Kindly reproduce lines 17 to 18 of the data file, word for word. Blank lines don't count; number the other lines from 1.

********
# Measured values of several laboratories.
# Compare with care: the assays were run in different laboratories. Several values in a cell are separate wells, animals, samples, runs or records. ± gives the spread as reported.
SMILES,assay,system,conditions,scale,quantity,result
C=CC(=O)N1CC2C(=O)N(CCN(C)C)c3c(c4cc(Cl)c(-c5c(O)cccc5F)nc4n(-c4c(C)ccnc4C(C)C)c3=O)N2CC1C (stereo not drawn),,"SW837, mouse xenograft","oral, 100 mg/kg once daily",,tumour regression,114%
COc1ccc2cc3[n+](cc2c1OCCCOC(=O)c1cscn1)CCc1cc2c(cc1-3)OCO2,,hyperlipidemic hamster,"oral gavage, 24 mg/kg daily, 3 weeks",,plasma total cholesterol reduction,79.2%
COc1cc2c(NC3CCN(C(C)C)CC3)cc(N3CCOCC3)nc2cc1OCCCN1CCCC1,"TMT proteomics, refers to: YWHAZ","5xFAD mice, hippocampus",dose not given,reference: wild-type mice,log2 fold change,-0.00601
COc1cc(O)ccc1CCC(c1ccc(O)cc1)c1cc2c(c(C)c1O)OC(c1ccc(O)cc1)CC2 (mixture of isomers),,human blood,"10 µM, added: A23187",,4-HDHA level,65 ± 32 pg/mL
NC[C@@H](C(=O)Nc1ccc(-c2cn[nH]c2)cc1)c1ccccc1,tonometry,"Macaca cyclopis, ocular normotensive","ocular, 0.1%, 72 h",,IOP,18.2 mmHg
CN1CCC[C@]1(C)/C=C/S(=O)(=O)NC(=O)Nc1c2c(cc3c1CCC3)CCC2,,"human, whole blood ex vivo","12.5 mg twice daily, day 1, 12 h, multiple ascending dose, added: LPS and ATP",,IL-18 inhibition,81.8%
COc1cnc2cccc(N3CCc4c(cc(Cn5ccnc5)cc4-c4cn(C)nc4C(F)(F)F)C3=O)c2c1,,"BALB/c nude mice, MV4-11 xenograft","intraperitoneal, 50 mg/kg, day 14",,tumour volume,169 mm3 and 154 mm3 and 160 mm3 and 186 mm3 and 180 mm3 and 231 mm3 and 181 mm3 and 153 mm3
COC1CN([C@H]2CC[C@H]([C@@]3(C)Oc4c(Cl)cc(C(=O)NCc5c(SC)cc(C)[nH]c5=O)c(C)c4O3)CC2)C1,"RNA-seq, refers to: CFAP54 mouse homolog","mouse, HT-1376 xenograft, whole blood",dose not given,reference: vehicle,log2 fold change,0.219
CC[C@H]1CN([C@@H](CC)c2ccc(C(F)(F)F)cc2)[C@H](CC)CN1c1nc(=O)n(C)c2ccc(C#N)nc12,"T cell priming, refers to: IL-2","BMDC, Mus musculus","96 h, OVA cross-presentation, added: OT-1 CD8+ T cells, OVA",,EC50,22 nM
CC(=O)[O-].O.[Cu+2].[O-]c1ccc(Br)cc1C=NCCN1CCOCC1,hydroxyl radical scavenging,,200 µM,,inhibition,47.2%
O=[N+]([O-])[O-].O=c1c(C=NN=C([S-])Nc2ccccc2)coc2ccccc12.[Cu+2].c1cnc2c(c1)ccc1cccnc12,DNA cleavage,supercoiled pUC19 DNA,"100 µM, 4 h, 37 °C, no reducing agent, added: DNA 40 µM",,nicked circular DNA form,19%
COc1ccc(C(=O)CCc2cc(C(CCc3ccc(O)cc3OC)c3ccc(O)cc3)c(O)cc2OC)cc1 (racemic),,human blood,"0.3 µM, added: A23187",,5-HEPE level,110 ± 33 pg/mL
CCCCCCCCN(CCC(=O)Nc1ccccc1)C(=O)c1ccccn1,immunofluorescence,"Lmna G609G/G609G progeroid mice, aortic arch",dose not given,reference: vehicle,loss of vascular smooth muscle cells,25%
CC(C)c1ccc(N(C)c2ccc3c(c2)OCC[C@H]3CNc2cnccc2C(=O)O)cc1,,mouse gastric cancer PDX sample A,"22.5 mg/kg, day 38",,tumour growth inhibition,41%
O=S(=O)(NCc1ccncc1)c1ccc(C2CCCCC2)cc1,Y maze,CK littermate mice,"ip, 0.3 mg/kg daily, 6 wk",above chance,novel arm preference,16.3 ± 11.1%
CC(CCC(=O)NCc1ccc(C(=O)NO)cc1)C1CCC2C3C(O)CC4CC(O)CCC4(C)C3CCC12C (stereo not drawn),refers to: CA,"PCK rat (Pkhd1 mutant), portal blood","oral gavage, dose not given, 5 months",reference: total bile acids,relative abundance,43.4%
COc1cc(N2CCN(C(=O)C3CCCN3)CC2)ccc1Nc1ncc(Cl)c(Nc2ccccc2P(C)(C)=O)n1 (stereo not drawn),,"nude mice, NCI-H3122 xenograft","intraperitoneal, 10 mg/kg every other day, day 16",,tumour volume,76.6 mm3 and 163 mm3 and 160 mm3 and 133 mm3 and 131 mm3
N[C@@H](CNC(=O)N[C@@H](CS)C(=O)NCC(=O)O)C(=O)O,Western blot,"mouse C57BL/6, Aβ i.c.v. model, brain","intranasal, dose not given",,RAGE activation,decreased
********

CC(C)c1ccc(N(C)c2ccc3c(c2)OCC[C@H]3CNc2cnccc2C(=O)O)cc1,,mouse gastric cancer PDX sample A,"22.5 mg/kg, day 38",,tumour growth inhibition,41%
O=S(=O)(NCc1ccncc1)c1ccc(C2CCCCC2)cc1,Y maze,CK littermate mice,"ip, 0.3 mg/kg daily, 6 wk",above chance,novel arm preference,16.3 ± 11.1%